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Please use this identifier to cite or link to this item: http://hdl.handle.net/1807/33831

Title: Death in American Letters
Authors: Trigg, Christopher Peter
Advisor: Downes, Paul
Department: English
Keywords: Death
Puritans
Thoreau, Henry David
Edwards, Jonathan
Mather, Cotton
Norton, John
Cotton, John
Crane, Stephen
Derrida, Jacques
Brown, John
Religion
Thanatology
Issue Date: 5-Dec-2012
Abstract: This dissertation examines American attitudes towards death from the colonial era to the end of the nineteenth century. I begin with a close analysis of the thanatology of the Congregational church in New England, before demonstrating the lasting influence of Puritan thought on three later writers: Jonathan Edwards, Henry David Thoreau and Stephen Crane. In contrast to purely cultural studies of mortality in America (including those by Phillipe Ariès, David Stannard and Michael Steiner), my investigation discusses the philosophical difficulties that obstruct any attempt to speak about death. Building on Jacques Derrida’s work in Aporias (1993), I identify three logical impasses that interrupt Puritan writing on mortality: the indeterminacy, singularity and finality of death. While Edwards, Thoreau and Crane write in different circumstances and diverse genres, I argue that they are sensitive to these same three aporias when they discuss death. In this regard, they resist a broader post-Puritan tendency (in both scientific and sentimental texts) to minimize the uncertainties surrounding human mortality and approach death as a universal (rather than radically singular) phenomenon. While my study situates each of its authors in the cultural and intellectual contexts in which they worked, it also challenges the notion that it is possible to write a history of death. Speaking strictly, mankind’s relationship to death can never change. It is always, in fact, a non-relation. The very idea of death destabilizes our most fundamental historical and literary assumptions. Accordingly, my second chapter uses a deconstruction of Edwards’ theory of revivalism to argue that the New-England awakenings of the eighteenth century expressed the converts’ desire to renounce responsibility for their souls, rather than accept it. In my third chapter, I argue that those writings in which Thoreau registers what might seem to be a nihilistic fascination with dead and decaying bodies in fact express a sentimental desire for a peaceful death. Chapter four reads Stephen Crane’s poetry, fiction and journalism in the context of his Calvinist heritage, breaking down the distinction between his textual play with the concept of death and the Puritans’ “serious” attempts to come to terms with mortality.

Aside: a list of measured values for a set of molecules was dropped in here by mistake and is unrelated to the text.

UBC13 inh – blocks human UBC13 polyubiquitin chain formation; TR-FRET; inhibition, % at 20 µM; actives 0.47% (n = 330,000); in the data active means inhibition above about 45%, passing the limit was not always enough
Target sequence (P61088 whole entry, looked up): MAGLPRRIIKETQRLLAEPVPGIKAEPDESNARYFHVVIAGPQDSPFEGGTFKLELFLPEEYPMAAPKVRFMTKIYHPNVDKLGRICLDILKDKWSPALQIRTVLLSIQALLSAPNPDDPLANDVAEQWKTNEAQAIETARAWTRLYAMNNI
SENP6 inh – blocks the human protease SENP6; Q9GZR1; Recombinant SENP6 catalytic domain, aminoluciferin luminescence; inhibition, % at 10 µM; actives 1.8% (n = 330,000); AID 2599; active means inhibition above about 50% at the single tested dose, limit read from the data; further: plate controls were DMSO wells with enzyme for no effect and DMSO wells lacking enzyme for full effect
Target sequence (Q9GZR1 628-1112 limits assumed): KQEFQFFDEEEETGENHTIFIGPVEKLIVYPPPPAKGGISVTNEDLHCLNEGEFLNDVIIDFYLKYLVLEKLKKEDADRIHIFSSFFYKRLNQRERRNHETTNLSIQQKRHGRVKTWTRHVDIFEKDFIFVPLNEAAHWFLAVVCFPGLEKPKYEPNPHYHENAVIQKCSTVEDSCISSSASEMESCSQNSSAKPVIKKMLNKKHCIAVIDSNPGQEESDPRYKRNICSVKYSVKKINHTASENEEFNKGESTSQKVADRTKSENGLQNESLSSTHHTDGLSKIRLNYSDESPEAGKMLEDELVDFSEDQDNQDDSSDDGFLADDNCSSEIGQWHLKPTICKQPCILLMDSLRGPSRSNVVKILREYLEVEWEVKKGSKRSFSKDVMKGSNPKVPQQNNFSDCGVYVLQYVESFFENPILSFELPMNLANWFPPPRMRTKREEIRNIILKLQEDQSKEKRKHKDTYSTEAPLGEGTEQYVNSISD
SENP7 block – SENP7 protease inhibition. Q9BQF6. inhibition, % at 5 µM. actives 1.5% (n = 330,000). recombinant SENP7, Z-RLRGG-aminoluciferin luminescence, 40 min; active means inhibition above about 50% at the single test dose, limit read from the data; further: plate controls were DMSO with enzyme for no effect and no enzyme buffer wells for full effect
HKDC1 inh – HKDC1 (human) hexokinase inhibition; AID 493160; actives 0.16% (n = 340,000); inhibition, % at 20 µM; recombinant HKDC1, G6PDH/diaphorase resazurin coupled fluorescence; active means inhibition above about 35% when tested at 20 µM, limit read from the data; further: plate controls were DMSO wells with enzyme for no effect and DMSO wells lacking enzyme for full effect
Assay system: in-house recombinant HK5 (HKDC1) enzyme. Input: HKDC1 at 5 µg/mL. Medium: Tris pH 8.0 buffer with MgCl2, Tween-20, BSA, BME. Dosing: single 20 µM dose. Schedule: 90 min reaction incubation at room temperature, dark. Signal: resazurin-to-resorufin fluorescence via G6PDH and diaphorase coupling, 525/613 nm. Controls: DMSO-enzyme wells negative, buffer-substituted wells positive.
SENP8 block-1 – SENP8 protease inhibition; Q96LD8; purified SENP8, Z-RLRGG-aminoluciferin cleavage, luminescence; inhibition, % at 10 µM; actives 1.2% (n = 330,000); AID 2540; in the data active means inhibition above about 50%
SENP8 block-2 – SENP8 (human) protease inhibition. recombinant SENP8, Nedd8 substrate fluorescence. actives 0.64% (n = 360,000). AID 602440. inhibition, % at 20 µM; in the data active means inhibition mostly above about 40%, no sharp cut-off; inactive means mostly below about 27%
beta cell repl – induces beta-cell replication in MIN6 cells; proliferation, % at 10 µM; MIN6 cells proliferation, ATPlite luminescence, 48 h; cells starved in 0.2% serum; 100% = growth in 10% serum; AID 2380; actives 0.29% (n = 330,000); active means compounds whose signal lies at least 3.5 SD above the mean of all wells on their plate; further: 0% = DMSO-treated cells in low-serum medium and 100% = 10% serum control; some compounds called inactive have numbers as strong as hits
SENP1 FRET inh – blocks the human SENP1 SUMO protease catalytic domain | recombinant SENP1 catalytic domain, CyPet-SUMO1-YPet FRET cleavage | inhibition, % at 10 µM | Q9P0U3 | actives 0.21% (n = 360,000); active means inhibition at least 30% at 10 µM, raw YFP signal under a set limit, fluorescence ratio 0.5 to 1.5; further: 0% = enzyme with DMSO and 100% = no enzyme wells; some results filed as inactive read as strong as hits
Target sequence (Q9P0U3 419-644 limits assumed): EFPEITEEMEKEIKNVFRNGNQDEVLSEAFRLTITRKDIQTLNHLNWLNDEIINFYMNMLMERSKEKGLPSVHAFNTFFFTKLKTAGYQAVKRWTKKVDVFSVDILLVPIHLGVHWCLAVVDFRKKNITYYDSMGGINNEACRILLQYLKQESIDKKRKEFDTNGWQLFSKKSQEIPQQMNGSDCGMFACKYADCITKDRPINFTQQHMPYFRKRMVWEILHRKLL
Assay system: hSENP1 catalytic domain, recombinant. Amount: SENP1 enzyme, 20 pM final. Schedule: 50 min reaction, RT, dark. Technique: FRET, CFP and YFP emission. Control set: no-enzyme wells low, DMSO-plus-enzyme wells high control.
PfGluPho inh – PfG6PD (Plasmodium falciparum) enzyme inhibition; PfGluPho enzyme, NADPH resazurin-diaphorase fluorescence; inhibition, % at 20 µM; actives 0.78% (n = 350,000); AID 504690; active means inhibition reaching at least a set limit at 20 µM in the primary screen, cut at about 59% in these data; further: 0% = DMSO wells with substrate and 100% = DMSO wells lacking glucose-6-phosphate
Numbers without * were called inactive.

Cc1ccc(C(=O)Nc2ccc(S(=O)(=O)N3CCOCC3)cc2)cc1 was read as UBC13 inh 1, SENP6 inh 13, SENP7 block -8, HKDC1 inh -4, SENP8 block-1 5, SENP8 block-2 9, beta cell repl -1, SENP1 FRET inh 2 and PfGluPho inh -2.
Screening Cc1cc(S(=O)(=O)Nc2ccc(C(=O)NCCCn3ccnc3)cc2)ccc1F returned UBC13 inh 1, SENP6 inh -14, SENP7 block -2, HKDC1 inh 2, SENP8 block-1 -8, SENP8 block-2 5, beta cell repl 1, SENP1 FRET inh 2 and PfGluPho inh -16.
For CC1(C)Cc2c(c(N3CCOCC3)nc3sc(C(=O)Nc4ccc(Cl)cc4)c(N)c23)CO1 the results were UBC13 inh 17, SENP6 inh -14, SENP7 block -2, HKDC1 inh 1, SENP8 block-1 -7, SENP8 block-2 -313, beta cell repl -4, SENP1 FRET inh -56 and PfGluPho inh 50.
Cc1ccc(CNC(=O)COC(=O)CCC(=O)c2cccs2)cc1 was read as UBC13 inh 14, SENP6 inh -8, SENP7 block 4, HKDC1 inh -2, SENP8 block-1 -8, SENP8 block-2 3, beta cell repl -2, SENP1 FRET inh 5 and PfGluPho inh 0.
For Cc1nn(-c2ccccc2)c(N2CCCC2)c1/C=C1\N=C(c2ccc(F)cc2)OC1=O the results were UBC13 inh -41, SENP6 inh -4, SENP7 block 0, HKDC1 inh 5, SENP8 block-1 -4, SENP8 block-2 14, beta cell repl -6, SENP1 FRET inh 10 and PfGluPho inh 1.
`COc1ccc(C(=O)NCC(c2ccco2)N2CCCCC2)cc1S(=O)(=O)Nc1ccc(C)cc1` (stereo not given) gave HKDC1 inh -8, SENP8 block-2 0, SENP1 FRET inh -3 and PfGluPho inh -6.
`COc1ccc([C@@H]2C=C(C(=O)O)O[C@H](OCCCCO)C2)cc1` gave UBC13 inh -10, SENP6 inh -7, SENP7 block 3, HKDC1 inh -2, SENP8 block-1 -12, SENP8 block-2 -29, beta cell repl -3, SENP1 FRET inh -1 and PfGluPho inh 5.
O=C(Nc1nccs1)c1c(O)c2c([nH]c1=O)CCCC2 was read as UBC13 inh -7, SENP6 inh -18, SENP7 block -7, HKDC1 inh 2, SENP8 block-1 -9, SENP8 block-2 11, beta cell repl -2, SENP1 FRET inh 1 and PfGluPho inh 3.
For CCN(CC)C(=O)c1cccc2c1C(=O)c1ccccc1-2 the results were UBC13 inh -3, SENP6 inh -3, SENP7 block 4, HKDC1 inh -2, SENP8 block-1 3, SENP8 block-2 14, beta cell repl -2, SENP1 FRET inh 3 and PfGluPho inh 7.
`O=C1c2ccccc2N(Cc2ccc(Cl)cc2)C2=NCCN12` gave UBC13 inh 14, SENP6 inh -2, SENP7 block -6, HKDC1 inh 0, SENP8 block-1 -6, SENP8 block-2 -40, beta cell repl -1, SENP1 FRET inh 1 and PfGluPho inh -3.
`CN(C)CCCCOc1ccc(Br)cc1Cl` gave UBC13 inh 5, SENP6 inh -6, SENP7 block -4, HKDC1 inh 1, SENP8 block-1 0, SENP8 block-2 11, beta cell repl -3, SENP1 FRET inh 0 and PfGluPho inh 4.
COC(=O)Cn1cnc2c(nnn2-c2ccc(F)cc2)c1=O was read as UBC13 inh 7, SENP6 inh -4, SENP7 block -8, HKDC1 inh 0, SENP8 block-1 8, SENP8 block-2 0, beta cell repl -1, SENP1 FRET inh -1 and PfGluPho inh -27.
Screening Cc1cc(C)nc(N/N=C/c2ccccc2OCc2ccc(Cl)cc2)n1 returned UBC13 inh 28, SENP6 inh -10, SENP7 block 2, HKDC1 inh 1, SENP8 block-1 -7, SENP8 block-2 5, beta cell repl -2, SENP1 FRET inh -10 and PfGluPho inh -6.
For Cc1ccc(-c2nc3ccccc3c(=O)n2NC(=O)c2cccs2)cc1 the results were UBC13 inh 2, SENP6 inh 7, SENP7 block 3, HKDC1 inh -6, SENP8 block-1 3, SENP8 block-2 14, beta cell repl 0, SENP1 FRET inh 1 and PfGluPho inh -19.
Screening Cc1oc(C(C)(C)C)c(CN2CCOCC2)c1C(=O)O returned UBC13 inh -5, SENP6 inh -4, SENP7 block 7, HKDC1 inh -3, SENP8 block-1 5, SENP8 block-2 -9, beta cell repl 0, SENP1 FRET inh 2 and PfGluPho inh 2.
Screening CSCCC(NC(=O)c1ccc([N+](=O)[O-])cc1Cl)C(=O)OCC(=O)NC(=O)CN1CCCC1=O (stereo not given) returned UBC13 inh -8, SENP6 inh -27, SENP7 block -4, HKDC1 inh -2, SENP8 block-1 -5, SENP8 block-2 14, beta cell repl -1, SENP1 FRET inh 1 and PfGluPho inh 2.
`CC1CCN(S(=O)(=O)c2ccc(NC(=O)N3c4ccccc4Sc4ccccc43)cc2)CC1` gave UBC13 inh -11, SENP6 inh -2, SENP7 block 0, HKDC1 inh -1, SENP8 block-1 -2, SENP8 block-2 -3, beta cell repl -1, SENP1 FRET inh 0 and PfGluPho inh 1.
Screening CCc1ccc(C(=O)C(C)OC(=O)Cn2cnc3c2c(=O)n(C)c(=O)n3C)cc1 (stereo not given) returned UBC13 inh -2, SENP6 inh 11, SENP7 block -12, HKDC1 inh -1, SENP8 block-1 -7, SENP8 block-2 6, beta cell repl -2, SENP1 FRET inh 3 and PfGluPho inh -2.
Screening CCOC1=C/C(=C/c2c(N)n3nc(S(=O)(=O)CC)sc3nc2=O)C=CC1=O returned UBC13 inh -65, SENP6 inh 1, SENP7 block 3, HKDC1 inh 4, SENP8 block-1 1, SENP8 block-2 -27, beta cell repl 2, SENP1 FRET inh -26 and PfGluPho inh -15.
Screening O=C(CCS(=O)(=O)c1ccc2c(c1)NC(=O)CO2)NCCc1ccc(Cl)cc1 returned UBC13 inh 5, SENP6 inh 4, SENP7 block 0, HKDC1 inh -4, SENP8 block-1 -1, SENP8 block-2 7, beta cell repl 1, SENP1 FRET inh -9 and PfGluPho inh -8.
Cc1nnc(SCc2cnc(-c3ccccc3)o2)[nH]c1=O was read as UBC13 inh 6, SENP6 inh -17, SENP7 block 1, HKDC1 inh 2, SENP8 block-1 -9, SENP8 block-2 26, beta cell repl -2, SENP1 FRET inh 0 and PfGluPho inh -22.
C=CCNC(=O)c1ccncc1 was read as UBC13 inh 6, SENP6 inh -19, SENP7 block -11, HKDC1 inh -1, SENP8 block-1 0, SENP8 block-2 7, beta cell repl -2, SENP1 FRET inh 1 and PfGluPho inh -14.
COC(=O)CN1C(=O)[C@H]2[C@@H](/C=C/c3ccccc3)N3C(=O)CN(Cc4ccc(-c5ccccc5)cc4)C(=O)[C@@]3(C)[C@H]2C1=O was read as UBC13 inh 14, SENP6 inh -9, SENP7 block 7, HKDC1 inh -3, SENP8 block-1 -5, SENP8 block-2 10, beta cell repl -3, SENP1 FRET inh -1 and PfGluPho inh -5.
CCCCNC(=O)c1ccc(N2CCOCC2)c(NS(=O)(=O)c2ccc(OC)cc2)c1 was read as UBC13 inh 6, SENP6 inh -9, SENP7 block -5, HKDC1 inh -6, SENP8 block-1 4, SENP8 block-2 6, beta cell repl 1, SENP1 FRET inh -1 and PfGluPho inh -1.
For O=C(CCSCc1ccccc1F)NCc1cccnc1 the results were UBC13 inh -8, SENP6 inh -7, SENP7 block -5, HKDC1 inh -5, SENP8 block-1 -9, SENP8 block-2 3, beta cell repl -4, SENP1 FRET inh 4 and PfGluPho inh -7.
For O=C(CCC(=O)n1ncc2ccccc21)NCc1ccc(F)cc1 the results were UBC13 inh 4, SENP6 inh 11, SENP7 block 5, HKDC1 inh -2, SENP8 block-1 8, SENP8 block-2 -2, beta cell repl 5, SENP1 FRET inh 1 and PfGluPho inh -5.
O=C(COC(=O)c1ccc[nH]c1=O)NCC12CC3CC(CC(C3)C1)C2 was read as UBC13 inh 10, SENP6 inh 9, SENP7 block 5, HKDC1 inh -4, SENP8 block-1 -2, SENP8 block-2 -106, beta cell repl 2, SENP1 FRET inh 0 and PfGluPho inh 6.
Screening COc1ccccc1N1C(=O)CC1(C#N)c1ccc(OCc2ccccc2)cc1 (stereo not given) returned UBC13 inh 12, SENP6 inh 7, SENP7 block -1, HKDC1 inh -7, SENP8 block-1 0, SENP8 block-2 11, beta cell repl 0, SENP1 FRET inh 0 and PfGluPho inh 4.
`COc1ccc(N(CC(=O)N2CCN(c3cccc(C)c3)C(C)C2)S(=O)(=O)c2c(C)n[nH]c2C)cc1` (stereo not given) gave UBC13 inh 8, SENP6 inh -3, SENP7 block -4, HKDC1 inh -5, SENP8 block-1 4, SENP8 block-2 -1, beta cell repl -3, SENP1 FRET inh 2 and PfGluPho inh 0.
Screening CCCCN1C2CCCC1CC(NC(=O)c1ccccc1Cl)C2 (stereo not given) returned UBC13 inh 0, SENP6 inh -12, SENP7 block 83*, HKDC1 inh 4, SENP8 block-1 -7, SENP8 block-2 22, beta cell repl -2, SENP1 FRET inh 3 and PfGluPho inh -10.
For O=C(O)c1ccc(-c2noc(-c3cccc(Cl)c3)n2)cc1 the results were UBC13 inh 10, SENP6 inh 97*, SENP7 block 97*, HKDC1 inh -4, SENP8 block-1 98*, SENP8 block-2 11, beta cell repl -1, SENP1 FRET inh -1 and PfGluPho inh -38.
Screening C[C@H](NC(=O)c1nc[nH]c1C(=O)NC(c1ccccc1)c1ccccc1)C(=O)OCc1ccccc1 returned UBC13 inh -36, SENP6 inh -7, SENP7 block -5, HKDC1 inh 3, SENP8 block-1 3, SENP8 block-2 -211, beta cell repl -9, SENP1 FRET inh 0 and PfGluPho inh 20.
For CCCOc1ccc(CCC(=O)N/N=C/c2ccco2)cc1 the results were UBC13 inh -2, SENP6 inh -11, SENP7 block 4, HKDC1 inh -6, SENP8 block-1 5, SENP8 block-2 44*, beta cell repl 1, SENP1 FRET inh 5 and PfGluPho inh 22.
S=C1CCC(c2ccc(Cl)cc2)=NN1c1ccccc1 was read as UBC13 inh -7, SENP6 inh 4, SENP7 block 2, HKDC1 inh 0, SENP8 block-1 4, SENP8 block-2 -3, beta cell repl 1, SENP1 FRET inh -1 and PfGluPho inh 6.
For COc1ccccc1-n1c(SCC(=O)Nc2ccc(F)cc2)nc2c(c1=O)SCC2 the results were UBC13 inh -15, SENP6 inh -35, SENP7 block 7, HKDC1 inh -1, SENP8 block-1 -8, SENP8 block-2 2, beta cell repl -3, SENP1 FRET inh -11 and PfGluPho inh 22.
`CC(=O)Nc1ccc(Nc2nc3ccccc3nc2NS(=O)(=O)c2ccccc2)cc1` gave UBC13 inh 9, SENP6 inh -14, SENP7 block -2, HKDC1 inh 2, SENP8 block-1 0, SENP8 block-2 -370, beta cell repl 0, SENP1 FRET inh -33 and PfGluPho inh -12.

URI: http://hdl.handle.net/1807/33831
Appears in Collections:Doctoral

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